The toppling of Iraq’s Baathist regime by the U.S.-led invasion in 2003 reinvigorated the Syrian opposition. For the first time, secular and Islamist dissidents began cooperating and pushing for a common set of demands, including the release of all political prisoners, the cancellation of the state of emergency, and legalization of political parties. Apparently inspired by the political empowerment of Iraqi Kurds, Syria’s Kurdish minority erupted into eight days of rioting in March 2004. At least 30 people were killed as security forces suppressed the riots and arrested some 2,000 people.

Internal opposition to the regime was strengthened by growing international outrage over Syria’s failure to combat terrorist infiltration into Iraq and its continuing occupation of Lebanon. Syrian troops had entered Lebanon in 1976, during the latter country’s civil war, but they had stayed on after peace was restored in 1990. In September 2004, UN Security Council Resolution 1559 explicitly called on Damascus to immediately end the occupation. As a result of widespread suspicions of Syrian involvement in the February 2005 assassination of former Lebanese prime minister Rafiq Hariri, international pressure for a Syrian withdrawal from Lebanon, including mass anti-Syrian demonstrations in Beirut, quickly intensified.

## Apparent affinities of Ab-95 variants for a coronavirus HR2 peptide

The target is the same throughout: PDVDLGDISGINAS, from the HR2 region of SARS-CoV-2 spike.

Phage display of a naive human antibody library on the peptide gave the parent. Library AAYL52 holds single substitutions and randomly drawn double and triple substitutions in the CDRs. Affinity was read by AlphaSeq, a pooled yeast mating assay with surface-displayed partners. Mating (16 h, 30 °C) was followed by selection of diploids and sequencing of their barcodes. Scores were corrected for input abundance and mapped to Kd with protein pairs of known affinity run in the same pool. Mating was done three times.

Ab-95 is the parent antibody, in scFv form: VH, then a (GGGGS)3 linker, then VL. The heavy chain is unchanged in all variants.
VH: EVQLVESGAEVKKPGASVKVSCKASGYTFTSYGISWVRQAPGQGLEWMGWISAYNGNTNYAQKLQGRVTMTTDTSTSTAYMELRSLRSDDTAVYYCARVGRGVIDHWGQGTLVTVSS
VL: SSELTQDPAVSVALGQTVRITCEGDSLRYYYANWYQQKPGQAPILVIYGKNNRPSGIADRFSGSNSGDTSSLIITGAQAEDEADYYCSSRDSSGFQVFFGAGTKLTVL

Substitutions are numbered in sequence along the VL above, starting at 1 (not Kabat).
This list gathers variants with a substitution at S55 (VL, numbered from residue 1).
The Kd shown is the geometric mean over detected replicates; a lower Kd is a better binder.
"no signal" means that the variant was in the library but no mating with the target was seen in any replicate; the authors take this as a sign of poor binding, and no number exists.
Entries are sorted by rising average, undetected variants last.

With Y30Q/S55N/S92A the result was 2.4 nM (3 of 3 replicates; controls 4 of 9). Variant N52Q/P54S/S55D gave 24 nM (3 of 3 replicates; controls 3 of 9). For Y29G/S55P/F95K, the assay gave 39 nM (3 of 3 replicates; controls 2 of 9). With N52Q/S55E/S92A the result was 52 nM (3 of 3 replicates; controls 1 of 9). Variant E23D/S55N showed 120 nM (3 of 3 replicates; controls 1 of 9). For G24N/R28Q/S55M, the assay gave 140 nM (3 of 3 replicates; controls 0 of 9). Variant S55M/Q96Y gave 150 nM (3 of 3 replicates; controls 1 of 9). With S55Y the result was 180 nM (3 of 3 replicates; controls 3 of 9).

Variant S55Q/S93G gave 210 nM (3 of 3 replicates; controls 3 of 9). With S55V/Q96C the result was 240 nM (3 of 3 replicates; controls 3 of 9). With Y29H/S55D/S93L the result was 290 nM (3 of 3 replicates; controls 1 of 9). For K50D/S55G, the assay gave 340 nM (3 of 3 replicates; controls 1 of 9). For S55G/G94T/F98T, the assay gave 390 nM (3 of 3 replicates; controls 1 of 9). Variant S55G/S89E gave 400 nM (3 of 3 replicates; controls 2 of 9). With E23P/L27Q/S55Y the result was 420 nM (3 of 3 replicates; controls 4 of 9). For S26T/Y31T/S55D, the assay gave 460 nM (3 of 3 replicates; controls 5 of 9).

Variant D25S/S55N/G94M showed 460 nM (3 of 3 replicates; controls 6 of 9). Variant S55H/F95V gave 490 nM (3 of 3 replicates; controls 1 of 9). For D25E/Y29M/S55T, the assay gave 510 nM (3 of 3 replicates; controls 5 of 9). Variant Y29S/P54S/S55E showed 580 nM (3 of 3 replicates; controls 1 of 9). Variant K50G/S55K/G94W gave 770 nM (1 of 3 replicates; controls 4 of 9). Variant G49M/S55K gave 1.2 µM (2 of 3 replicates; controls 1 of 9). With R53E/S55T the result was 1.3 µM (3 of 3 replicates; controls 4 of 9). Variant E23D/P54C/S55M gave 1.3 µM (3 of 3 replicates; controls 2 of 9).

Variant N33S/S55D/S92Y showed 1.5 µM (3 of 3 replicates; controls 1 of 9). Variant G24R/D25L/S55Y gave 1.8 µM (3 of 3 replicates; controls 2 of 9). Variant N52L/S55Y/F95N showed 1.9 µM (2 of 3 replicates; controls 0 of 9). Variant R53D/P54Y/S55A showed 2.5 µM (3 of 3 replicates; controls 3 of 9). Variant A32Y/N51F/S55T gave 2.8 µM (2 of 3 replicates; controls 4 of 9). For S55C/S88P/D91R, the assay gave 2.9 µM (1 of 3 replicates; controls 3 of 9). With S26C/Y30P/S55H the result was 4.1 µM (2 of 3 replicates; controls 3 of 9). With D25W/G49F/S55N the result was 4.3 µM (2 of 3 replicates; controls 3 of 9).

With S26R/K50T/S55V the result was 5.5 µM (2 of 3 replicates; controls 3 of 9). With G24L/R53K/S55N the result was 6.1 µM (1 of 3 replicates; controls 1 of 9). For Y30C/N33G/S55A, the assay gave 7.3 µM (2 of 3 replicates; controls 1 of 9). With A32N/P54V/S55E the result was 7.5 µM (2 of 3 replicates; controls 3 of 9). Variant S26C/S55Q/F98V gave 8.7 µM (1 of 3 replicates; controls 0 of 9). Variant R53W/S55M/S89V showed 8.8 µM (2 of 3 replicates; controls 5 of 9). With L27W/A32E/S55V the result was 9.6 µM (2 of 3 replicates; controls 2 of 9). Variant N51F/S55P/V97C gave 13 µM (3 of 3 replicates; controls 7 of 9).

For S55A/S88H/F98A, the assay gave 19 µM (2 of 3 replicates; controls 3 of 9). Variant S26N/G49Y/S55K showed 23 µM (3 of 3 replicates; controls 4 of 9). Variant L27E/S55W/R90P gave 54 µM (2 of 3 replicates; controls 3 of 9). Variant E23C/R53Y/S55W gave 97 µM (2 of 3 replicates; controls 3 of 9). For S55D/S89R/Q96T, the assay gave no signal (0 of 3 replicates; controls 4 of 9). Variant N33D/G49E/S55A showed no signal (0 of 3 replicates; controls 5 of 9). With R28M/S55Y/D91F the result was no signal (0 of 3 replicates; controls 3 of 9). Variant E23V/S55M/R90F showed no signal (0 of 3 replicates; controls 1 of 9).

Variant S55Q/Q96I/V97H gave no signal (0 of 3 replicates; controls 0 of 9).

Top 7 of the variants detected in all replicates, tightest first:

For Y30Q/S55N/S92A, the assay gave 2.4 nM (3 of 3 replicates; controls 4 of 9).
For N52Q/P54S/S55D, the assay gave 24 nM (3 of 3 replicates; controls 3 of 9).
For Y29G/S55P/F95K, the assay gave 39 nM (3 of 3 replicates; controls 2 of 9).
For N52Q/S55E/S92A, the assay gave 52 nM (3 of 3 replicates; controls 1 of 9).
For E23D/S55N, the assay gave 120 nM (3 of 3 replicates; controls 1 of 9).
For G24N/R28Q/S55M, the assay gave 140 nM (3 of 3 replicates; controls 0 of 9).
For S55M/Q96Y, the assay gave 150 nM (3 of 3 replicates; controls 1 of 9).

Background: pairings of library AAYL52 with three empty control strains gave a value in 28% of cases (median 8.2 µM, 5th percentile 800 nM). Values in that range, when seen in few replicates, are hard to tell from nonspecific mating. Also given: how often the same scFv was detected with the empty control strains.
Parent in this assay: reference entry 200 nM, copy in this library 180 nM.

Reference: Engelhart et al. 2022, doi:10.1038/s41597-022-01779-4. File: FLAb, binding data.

Although al-Assad pulled Syrian troops out of Lebanon in April 2005, Syrian relations with countries in the region and abroad remained strained by his refusal to fully cooperate with the UN International Independent Investigation Commission (UNIIIC) probing the killing of Hariri. In October 2005, the UNIIIC issued an interim report containing circumstantial evidence and anonymous witness testimonies implicating al-Assad’s brother-in-law and military intelligence chief, General Assef Shawkat, as well as other senior Syrian officials. Shortly afterward, the UN Security Council passed Resolution 1636, calling on Syria to cooperate unconditionally with the investigation under threat of “further action.”

In the face of growing internal opposition, the regime released hundreds of political prisoners in 2005. Syrian officials repeatedly hinted that sweeping political reforms would be drafted at a major Baath Party conference. According to state media reports, party leaders issued a set of vague recommendations to legalize political parties, reform the electoral system, permit greater press freedom, and relax emergency law, but no substantial measures were undertaken to implement the recommendations. Al-Assad openly stated that there would be no major constitutional reforms or loosening of Baath Party control of the state. In October of that year, representatives of all three opposition currents—the Islamists, the Kurds, and secular liberals—signed the Damascus Declaration for Democratic and National Change, which explicitly called for the country’s leaders to step down and endorsed a broad set of liberal democratic principles. Secular and Kurdish figures who openly communicated with the Muslim Brotherhood faced harsh retribution by the state.

In 2006, the government reversed its partial leniency on personal freedom with a renewed crackdown on dissidents. A number of political and human rights activists were arrested or detained over the year. In May, exiled Syrian opposition leaders announced the creation of the National Salvation Front (NSF) to bring about regime change. A Syrian military court charged former vice president Abdel Halim Khaddam, a leader of the NSF, in absentia with inciting foreign attack against Syria.